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Century Surety Co. v. Belmont Seattle, LLC

United States District Court, W.D. Washington, Seattle

April 9, 2014

CENTURY SURETY COMPANY, Plaintiff,
v.
BELMONT SEATTLE, LLC, Defendant.

ORDER DENYING MOTIONS FOR SUMMARY JUDGMENT

MARSHA J. PECHMAN, Chief District Judge.

This matter is before the Court on Defendant's motion for summary judgment and attorney's fees and costs (Dkt. No. 55) and on Plaintiff's renewed motion for summary judgment (Dkt. No. 57). The Court reviewed both motions and all related pleadings and documents. The Court DENIES both motions for summary judgment without prejudice.

Background

Plaintiff-insurer Century Surety ("Century") originally brought this insurance dispute against Defendant-insured Belmont Seattle, LLC ("Belmont"), seeking declaration that Century had no duty to defend Belmont in an underlying lawsuit brought by a third party for alleged construction defects in Belmont's property. (Dkt. No. 31.)

In 2005, Westmoore Management, LLC ("Westmoore") and other investors in a joint venture purchased an apartment building with the intent to convert it into a condominium. (Dkt. No. 36 at 1.) As manager of the Joint Venture, Westmoore worked to move out existing tenants after the purchase. (Id. at 9.) Westmoore did not renew or initiate new leases, but continued to collect rent from existing tenants until all tenants were vacated from the building. (Id. at 2.) Rent collected was deposited into Westmoore's account. (Id. at 3.) In 2007, the Joint Venture formed a limited liability company, Belmont Seattle, LLC, which took title to the apartment building by quit claim deed and completed converting the building into a condominium. (Dkt. Nos. 1 at 6, 31 at 4.)

Century provided an apartment building policy under which Belmont was covered. (Dkt. No. 1 at 1.) During the coverage period, Belmont sold 11 of the 42 condominium units, leaving Belmont owners of 31 units. (Dkt. No. 36 at 3.) When the Belmont Lofts Condominium Owners Association brought the underlying lawsuit against Belmont, Century agreed to defend Belmont under a reservation of rights. (Dkt. No. 1 at 7.)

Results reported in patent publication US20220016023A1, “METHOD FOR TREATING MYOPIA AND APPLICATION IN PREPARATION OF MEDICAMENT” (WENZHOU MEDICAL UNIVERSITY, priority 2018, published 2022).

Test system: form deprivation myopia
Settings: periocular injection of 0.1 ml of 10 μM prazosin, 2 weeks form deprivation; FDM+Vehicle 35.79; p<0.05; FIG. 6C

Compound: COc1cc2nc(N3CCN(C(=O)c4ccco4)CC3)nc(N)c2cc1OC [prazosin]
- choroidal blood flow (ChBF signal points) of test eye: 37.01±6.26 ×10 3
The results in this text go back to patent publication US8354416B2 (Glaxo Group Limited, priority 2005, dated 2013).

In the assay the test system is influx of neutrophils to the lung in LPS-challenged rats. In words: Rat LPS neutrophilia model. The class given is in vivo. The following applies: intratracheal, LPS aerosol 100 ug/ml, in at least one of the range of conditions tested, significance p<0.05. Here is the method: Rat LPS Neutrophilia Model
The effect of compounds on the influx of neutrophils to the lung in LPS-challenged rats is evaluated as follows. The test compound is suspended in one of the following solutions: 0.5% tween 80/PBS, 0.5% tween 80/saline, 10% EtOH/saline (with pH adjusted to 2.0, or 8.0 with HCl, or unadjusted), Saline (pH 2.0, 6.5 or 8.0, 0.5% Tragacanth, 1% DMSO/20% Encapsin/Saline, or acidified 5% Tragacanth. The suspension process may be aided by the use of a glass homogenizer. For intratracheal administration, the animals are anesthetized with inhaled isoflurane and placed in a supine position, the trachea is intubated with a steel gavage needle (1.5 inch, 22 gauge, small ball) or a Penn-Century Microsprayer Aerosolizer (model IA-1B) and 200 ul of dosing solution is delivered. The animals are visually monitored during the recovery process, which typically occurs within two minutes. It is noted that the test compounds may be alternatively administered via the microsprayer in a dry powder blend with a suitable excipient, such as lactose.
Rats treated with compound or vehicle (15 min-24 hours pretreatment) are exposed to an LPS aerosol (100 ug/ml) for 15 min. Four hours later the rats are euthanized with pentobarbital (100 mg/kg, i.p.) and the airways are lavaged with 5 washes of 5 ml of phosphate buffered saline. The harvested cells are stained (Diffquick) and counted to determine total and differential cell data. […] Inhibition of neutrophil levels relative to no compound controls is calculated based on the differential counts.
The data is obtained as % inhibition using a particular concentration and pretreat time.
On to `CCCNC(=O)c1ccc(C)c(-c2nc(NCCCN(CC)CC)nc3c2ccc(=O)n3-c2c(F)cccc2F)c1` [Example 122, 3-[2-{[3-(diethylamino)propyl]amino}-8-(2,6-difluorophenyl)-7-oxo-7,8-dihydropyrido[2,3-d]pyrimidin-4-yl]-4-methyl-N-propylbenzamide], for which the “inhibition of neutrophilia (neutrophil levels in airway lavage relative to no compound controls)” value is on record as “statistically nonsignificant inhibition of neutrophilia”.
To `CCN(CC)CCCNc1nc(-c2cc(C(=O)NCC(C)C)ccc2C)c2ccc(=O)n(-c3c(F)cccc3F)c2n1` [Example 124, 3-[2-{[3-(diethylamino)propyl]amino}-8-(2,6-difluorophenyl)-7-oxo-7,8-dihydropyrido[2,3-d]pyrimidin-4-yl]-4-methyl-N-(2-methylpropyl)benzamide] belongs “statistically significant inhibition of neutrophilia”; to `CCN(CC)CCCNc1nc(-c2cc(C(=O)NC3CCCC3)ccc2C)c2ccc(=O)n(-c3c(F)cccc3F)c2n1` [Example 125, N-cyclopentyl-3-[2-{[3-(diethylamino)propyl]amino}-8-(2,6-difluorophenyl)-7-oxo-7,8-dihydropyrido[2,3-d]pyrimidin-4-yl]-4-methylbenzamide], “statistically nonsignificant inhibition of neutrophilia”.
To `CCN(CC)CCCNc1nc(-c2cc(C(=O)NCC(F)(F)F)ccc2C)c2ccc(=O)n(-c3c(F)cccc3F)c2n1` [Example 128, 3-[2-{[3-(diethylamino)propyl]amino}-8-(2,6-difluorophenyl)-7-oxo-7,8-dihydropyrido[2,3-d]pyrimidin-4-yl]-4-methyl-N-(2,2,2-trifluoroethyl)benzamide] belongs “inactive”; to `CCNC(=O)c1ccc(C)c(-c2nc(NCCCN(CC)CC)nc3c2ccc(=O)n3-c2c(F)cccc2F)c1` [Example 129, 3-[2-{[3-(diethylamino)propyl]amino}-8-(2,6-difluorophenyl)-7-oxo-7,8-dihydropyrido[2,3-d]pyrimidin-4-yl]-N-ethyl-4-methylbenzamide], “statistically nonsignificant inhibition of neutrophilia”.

Century brought this declaratory judgment action to determine whether there is a coverage obligation in the underlying lawsuit. (Id. at 7-8.) Century challenges its obligation based on exclusionary language in the policy contract stating coverage does not apply for property damage to the following:

(1) Property you own, rent, or occupy, including any costs or expenses incurred by you, or any other person, organization or entity, for repair, replacement, enhancement, restoration or maintenance of such property for any reason, including prevention of injury to a person or damage to another's property;
(2) Premises you sell, give away or abandon, if the "property damage" arises out of any part of those premises; *** Paragraph (2) of this exclusion does not apply if the premises are "your work" and were never occupied, rented or held out for rental by you. (Dkt. No. 32-2.)

The term "you" used in these exclusions is defined in the insurance contract as "the Named Insured shown in the Declarations, and any other person or organization qualifying as a Named Insured under this Policy." (Dkt. No. 32-3.)

On December 19, 2012, this Court issued an Order granting summary judgment in favor of Century, deciding both exclusions applied to bar coverage because Westmoore "stood in the shoes of Belmont" in collecting rent. (Dkt. No. 46 at 5.) This determination was made based on language in the quit claim deed, which stated Westmoore "in consideration of mere change in identity or form pursuant to WAC 458-61A-211(a) in hand paid, conveys and quit claims [the property] to Belmont Seattle, LLC." (Id.)

Belmont appealed the Order. The Ninth Circuit reversed and remanded, finding the record was too bare to disregard the corporate separateness of Belmont and Westmoore and impute Westmoore's rent collecting activity to Belmont. (Dkt. No. 50.) While the appeal was pending, the underlying case settled, and other insurers paid the settlement. (Dkt. No. 55 at 2.) Century petitioned for panel rehearing en banc, which was denied. (Appellate Dkt. Nos. 26, 30.)

This case is now before this Court on remand from the Ninth Circuit. Belmont moved for summary judgment and Olympic Steamship attorney's fees, arguing it "prevailed" against Century's claim for declaratory judgment. (Dkt. No. 55 at 2.) Century opposed the motion and renewed its motion for summary judgment, arguing the alienated property exclusion applies because Belmont "rented or held out for rental" units through its agent ...


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